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Travel: The Dead Sea: It's not dead and not a sea -- so what is it?

Travel: The Dead Sea: It's not dead and not a sea -- so what is it?

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DEAD SEA, Jordan — Once international travel opens its gates, why not begin at the very end, the bottom of the world, the mysterious and biblical body of water known as the Dead Sea, the lowest point on the face of the earth, and the final stop on most every Jordan tour.

Its very name staggers the imagination -- the sea where no one can sink or drown, the source of miraculous cures ranging from sanctity to virility (with hair restoration thrown in), where one can float for hours and read a newspaper (or tablet), and a mud bath can cleanse your body and soul (along with adding an instant and permanent suntan).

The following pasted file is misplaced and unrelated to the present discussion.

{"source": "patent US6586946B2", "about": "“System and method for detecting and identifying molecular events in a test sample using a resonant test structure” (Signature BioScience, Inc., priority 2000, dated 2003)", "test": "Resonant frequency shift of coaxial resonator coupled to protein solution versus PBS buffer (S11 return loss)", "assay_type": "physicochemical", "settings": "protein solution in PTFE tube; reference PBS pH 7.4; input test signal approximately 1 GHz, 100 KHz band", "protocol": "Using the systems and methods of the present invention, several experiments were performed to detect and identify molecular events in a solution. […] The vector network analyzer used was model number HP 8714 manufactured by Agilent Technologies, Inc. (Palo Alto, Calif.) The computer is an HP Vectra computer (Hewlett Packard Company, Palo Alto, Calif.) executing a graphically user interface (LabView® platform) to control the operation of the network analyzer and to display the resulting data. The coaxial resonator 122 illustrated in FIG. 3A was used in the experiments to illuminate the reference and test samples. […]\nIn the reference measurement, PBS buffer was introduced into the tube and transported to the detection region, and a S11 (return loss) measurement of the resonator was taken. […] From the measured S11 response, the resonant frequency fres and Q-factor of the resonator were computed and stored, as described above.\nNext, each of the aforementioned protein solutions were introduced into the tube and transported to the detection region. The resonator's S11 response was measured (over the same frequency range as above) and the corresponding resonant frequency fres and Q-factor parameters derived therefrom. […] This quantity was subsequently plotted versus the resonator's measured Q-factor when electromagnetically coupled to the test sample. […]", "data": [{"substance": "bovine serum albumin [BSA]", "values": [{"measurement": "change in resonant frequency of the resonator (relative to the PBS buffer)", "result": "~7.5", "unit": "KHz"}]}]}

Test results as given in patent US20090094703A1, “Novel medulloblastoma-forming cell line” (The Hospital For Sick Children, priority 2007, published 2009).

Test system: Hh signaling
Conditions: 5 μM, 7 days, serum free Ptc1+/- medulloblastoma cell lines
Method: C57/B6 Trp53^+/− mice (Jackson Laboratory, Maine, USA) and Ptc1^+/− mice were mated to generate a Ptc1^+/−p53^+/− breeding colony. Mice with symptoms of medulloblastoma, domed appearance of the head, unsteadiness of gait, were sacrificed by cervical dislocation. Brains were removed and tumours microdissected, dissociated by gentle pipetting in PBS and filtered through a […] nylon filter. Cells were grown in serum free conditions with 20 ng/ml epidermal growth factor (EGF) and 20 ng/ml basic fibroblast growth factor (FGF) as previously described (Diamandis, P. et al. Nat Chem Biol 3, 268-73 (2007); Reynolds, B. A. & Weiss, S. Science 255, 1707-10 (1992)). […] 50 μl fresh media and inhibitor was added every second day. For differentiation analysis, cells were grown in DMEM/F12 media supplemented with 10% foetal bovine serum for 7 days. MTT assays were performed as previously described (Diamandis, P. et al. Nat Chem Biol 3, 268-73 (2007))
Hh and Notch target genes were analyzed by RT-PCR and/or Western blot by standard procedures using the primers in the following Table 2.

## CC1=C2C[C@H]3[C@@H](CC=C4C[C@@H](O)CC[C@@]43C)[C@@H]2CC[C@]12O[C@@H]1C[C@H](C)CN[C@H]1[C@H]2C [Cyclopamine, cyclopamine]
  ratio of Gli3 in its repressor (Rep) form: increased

Or is it?

After visiting Jordan’s major attractions of the lost city of Petra, the Roman ruins at Jerash and the Wadi Rum desert where Lawrence of Arabia ruled, most tour operators schedule a quick overnight at one of the Dead Sea resorts, allowing just enough time for a float in the sea and a stop at the spa to stock up on some of those miracle creams and potions.

I spent three days here trying to find out what works and what doesn’t.

It's a lake

First, the Dead Sea is not a sea at all, but technically a landlocked lake surrounded by Jordan, Israel and Palestine. The only water trickling in comes from the River Jordan and there is no way out.

Second, the Dead Sea is not even dead. While there are no plants, fish or any other visible life forms, it is filled with microbes that get along quite happily in the salty mix.